Julius Hammer, the great-great-grandfather of Armie Hammer, was a Russian immigrant who moved to the Bronx neighborhood in New York, United States, in the early 20th century. He was a doctor and was convicted of murder in 1919 after he had the wife of a Russian diplomat who died a few days after the procedure had an abortion.

Armand Hammer, the influential oil and art mogul

However, the Hammer family’s millionaire fortune begins with Armand Hammer, the son of Julius and Armie’s great-grandmother (who is actually also called Armand). Born in the Bronx, he made his first million dollars buying large quantities of whiskey before the US banned the sale of alcohol.

In 1921 he traveled to Russia, the home of his parents, which was in the midst of a revolutionary process. He ended up spending about nine years in Europe, negotiating animal skins and other products, buying tsarist art at cheap prices, and developing a friendly relationship with Vladimir Lenin. In the decades that followed, when the US and Soviet Union became enemies and the Cold War began, Armand Hammer often served as the unofficial ambassador between the two countries.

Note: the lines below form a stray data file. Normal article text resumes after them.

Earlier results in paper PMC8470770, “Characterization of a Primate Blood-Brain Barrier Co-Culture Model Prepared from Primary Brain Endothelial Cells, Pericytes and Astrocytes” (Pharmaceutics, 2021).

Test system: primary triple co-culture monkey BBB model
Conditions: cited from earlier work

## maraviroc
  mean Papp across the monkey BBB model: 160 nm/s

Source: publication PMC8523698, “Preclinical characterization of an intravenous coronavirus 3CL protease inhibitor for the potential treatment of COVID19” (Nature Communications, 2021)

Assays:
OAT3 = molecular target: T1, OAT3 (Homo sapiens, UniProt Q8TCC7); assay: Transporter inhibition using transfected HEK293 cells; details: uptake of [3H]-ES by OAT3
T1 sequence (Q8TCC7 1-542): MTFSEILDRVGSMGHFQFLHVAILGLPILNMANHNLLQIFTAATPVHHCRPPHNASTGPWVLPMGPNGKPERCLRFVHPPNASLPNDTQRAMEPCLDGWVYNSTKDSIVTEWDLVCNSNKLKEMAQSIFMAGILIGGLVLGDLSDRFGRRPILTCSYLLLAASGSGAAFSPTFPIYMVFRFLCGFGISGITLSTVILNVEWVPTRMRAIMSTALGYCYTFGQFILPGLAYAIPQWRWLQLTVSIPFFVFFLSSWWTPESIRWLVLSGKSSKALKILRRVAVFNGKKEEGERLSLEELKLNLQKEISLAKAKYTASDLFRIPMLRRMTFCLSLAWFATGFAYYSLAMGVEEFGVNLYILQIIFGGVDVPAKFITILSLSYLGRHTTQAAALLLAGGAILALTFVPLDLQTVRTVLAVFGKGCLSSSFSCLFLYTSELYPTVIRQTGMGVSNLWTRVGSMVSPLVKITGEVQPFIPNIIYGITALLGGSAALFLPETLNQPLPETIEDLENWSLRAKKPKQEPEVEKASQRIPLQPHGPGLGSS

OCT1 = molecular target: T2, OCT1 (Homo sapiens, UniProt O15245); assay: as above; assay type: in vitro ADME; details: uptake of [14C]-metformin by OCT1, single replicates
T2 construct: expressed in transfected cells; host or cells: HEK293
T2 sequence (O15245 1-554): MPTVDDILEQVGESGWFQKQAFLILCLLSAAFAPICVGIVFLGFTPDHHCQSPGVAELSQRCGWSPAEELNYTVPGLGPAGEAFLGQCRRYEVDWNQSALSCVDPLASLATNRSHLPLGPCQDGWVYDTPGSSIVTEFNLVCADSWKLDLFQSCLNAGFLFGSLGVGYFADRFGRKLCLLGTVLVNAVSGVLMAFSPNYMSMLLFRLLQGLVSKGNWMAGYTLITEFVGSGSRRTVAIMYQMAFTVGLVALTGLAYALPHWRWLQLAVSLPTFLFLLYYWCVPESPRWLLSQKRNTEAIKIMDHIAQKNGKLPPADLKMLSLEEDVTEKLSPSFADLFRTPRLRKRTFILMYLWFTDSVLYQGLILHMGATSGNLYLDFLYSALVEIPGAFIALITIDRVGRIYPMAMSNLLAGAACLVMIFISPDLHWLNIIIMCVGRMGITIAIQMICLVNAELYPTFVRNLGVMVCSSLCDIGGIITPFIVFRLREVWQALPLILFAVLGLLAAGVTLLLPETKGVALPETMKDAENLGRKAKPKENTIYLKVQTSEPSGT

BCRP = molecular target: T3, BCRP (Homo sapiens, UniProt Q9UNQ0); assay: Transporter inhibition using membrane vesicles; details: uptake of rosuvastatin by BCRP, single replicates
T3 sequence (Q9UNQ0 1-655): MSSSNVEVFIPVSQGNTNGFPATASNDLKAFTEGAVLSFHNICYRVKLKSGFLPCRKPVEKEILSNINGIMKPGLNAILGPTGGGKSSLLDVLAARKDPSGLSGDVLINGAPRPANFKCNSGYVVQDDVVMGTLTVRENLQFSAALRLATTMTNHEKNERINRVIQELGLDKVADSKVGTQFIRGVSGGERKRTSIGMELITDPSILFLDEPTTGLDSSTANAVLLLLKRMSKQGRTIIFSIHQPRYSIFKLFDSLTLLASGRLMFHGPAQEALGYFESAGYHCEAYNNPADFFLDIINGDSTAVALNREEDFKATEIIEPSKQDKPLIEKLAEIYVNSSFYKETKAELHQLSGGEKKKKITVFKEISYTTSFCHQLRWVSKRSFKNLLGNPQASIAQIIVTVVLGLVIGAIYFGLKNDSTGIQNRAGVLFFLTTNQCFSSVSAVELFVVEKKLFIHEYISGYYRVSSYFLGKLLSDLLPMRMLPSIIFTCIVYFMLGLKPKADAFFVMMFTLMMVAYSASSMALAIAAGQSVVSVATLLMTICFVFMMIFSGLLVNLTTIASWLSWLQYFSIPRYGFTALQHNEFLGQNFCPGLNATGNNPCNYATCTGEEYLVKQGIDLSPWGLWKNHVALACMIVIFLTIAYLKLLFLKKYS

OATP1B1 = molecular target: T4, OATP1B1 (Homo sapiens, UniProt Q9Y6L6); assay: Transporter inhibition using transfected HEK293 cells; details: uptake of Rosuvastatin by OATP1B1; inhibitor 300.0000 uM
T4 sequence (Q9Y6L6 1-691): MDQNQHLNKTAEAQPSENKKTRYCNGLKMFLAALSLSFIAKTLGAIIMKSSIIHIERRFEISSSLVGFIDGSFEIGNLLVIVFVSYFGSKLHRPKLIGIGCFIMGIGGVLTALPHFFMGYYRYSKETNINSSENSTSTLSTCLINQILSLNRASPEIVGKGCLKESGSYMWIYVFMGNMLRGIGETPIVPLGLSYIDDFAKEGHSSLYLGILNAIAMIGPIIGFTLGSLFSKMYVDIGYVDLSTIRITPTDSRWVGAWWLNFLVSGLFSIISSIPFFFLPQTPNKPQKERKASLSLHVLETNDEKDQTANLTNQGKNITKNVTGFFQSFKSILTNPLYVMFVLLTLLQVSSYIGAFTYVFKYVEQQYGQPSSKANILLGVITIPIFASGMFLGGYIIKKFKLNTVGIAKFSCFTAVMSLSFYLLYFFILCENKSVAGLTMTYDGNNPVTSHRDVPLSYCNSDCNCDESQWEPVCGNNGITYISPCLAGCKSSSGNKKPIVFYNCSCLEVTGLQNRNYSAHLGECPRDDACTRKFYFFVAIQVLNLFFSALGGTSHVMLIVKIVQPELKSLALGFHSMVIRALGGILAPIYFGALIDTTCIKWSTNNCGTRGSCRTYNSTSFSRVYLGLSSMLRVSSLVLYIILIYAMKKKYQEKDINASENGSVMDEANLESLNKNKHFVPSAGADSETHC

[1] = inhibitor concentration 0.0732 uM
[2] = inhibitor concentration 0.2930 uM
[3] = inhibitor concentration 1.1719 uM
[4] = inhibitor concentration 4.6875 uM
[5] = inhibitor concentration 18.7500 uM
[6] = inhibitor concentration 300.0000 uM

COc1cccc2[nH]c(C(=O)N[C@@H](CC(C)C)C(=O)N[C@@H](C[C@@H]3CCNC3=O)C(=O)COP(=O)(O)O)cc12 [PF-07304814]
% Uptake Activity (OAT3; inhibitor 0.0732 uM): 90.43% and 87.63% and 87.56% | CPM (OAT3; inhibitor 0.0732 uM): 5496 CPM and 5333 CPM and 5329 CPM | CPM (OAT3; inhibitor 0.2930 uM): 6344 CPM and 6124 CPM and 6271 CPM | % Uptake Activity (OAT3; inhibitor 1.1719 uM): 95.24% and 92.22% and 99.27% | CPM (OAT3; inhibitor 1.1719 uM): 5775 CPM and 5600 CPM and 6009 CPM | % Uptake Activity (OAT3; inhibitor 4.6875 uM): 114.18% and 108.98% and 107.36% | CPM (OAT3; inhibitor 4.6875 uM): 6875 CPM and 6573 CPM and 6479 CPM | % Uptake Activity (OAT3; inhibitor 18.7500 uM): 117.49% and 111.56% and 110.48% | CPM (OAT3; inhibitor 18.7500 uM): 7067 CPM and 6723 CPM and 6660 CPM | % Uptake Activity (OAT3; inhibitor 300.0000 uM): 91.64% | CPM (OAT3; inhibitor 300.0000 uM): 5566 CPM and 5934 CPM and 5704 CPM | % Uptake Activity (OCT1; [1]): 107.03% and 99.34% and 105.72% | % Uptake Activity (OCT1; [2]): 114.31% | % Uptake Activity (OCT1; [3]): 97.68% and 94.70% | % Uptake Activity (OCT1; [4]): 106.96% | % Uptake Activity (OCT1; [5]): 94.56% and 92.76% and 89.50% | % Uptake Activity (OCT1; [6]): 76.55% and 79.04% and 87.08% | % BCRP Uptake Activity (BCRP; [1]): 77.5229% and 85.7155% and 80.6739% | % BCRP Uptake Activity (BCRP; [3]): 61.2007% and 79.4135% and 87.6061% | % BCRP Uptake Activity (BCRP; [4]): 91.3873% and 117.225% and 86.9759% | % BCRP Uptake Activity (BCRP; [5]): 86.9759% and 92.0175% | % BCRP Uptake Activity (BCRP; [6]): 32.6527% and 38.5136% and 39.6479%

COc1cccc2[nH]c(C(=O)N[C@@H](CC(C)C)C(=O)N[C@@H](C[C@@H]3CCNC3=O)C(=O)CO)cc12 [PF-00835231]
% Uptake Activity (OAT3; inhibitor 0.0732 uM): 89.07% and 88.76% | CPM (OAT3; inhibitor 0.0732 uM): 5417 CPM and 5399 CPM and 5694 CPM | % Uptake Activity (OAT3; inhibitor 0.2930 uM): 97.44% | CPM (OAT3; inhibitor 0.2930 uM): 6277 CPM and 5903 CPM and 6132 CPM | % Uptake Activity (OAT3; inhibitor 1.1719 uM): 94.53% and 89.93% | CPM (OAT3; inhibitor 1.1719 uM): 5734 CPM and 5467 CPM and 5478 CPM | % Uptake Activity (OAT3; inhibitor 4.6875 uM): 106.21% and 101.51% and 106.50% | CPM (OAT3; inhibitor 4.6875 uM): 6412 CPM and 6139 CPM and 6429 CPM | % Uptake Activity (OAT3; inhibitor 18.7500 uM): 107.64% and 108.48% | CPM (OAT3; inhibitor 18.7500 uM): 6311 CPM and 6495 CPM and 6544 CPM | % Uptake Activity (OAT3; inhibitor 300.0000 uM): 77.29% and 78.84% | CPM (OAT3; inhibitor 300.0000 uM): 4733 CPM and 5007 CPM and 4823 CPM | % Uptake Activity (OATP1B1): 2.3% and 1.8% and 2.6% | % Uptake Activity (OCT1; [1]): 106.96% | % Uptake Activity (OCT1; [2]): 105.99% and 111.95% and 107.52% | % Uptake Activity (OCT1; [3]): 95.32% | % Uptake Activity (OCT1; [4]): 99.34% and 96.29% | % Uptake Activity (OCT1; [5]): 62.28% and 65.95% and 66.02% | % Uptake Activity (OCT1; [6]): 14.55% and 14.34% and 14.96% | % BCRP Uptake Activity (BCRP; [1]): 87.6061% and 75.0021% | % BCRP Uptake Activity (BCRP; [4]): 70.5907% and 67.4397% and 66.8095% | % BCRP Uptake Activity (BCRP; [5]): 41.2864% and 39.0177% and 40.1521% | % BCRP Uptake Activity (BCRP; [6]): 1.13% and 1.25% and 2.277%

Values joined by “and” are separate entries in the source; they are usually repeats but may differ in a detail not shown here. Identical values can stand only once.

He continued to make a fortune in America, particularly as an art dealer, and decided to change his life at 58 into some sort of early retirement in the mid-1950s when he moved to California. She invested in two oil wells owned by a company called Occidental Petroleum. The goal was primarily to have tax benefits rather than act as an investment, but oil gave so much money that it only added to the hammer millionaire’s fortune. The empire grew and grew.

However, the company has always been embroiled in various types of controversy. She has been accused on several occasions of using money to make illegal donations for political campaigns, including crimes of this kind. At the same time, Armand Hammer was known for donating millions of dollars to scientific research related to cancer and was a patron of the arts – although he did not escape the controversy in this area either.

Armand Hammer abandoned his collection at the LA County Art Museum after the institution refused to give in to demands from Hammer, who wanted the names of other donors removed, and next a huge portrait of himself and his wife on permanent display wanted to see the works of art.

Armand Hammer with Prince Carlos.

Armand Hammer, who was also friends with personalities like Prince Charles of Great Britain or the Libyan dictator Muammar Gaddafi, is described by his granddaughter Casey Hammer (Armie’s aunt) as the patriarch who controlled everything in the family. “It was like a chessboard and he controlled all the moves,” describes Casey Hammer.

Just before he died in 1990, Armand Casey had promised to leave him a sizable portion of the fortune, but the large part – $ 180 million – went to his brother Michael, Armie’s father.